It reminded me how death intensifies life. Some of the calmest people I know were on edge, even got angry over silly little things.
Death does that. Funerals do that. It's not so much about the loss, the pain, I think, as it is about the facing who we are, facing our mortality, facing our values, choices, our biography...
We question a lot. Death inclines us to introspect a lot more for a little while. That is a gift. Not all gifts are gently handed to us. Some are thrown at us and knock us over when they hit us.
Eulogies pull together the stories of the departed. The eulogizer spends a day or three collecting the stories, eliciting them from the people who cared about her. Then these story threads are woven into a tapestry that is used as a balm to ease the loss, to reframe the loss. She is not gone, she is still with us, in our hearts, the way we serve food, the way we treat people.
My friend Gary Schwartz wrote a book, Living Energy Universe, explaining how any action we engage in reverbates infinitely into the universe. So it is natural that the people who most deeply penetrate our hearts reverberate through our lives, long after they have passed from this earth.
When I pray, I seek oneness, to drop the boundaries my mind sets up and sustains between me, I, and we, all-- the unitary oneness that is all.
And I talk to god. God pops into my head. At first, god would appear as a guy, in my head. Then a woman-- embarassing, when confronting my lustful thoughts, say, when working out at the gym, on the treadmill, and there's a woman 20 years younger than me in a tight workout outfit. Female god comes into my head, looking over my shoulder, "So, do I turn you on too?" Hard on for god(dess?) Uh uh!! Nope.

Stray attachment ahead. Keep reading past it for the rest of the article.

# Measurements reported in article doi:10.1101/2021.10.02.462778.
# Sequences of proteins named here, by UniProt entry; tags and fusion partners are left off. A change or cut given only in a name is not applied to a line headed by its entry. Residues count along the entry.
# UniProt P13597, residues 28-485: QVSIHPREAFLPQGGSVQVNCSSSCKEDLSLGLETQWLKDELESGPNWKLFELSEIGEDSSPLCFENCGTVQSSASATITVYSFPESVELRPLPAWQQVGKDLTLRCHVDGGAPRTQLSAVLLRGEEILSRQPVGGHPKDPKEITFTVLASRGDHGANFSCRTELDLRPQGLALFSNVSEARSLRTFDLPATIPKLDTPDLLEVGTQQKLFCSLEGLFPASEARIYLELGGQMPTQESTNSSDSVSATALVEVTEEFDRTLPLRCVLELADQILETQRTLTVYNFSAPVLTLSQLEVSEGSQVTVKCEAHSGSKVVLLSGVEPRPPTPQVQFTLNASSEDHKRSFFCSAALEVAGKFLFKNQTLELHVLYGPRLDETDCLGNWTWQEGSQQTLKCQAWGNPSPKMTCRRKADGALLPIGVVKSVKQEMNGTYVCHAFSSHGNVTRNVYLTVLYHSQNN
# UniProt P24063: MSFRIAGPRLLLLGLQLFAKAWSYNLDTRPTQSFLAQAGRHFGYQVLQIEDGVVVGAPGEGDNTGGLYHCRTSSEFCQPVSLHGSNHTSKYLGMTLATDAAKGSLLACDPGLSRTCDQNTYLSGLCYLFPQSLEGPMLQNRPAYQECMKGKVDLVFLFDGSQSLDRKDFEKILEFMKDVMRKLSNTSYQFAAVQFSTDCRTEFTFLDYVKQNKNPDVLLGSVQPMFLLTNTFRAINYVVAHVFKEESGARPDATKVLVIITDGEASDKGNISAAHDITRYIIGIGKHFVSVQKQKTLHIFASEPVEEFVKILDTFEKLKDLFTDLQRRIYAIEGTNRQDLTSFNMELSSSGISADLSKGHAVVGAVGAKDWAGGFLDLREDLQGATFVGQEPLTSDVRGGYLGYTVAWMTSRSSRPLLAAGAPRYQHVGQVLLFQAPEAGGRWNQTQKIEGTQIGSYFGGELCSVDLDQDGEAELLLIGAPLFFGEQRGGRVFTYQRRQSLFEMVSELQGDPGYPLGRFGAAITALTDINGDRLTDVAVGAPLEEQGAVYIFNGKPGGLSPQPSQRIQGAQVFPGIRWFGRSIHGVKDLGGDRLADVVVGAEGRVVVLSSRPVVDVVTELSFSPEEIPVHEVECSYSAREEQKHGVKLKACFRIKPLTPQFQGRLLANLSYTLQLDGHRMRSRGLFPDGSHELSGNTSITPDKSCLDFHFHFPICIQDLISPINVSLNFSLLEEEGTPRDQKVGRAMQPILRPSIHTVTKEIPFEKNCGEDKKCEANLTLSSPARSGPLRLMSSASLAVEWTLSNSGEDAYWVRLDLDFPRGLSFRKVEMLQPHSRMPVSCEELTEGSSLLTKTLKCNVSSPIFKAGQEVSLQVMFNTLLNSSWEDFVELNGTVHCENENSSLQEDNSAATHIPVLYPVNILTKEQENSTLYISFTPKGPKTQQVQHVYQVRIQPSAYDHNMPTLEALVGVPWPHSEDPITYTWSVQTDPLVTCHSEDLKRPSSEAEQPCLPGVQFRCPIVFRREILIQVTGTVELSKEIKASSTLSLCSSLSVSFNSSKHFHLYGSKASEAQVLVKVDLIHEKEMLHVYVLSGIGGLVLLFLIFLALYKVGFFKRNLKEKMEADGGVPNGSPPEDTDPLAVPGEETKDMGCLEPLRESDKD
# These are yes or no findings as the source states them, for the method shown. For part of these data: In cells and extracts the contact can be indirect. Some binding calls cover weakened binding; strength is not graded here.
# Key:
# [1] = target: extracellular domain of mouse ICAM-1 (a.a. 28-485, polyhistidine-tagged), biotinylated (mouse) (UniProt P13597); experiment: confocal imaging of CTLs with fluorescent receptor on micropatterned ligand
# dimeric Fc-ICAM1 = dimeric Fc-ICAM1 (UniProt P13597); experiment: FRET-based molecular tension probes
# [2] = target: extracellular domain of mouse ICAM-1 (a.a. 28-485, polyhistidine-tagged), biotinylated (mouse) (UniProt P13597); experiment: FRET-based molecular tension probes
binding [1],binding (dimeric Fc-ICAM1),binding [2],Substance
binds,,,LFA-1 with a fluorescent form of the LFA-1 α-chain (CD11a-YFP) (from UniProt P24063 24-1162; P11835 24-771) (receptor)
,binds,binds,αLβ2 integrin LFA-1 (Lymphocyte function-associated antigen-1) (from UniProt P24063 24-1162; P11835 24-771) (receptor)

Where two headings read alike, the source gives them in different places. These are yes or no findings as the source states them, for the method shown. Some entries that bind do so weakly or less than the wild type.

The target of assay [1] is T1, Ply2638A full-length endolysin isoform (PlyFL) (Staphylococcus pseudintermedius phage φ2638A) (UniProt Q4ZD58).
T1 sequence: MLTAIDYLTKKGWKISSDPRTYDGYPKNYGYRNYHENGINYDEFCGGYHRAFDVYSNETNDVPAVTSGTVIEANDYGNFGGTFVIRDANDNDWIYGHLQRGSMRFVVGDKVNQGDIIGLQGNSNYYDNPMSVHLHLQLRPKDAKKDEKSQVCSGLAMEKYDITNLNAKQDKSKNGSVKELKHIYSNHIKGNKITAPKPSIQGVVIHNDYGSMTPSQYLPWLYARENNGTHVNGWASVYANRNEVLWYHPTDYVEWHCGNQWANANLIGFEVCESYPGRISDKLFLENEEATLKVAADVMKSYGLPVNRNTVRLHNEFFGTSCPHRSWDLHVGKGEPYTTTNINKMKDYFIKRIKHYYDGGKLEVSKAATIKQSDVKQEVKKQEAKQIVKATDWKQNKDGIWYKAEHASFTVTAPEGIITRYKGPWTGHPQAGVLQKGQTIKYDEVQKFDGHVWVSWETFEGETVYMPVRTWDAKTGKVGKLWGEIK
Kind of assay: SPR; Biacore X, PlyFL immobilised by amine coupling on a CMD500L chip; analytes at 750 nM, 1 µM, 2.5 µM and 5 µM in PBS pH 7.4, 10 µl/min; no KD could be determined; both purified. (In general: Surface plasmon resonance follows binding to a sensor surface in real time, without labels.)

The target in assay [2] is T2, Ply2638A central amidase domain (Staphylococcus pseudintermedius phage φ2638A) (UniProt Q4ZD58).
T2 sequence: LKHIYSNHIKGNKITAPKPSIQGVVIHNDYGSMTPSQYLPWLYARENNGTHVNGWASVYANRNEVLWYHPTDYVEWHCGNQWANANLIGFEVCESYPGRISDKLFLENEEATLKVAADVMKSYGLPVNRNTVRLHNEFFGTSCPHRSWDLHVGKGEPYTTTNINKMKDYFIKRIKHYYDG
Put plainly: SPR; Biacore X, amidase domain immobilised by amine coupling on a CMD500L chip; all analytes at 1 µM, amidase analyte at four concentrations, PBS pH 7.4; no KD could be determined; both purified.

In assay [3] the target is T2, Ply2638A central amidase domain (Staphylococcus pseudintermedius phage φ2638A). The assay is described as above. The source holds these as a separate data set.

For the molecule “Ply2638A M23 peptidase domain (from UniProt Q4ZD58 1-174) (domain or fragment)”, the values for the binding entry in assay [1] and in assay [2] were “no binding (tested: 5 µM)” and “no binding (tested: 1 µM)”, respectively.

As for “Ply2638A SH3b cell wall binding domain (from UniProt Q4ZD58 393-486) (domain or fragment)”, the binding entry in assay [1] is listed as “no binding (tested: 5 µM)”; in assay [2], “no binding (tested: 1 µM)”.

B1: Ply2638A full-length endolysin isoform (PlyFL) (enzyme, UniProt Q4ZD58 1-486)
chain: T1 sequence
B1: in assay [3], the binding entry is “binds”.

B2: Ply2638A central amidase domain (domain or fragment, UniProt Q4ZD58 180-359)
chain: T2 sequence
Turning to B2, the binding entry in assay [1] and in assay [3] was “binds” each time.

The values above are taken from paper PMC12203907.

And lately, god appears as a squirrell, a snail, a monkey, a pile of sh*t... Yes, a pile of sh*t. Unitary. It's all god. The space between molecules in outer space, pondscum, mountains, the ocean, snowflakes, bacteria, dengue fever, that yucky taste in your mouth when you wake up after having had two beers and not brushed your teeth before going to bed-- god, all god. and god smiles as all of them, tolerating my sh*t.
My atheist readers will scoff, probably, except perhaps for the sh*t part. My born agains will, I don't know, call my a polytheist. Not.
My relationship with death has changed as I've grown older. When I passed the age my father was when he died, that was a big one, going from feared time to borrowed time that is all a gift-- extra, at this point.
Because, if you are not doing that, if you are not living to the max, doing to the max, aren't you already starting to die?
Sure, it is necessary and healthy to rest. I concluded long ago that life goes through rhythmic cycles, like waves-- that the nature of the unviers is like a spiralling wave-- hearts beating, lungs breathing, tides turning, days turning to night-- all cycles and our minds, our lives, our feelings do the same.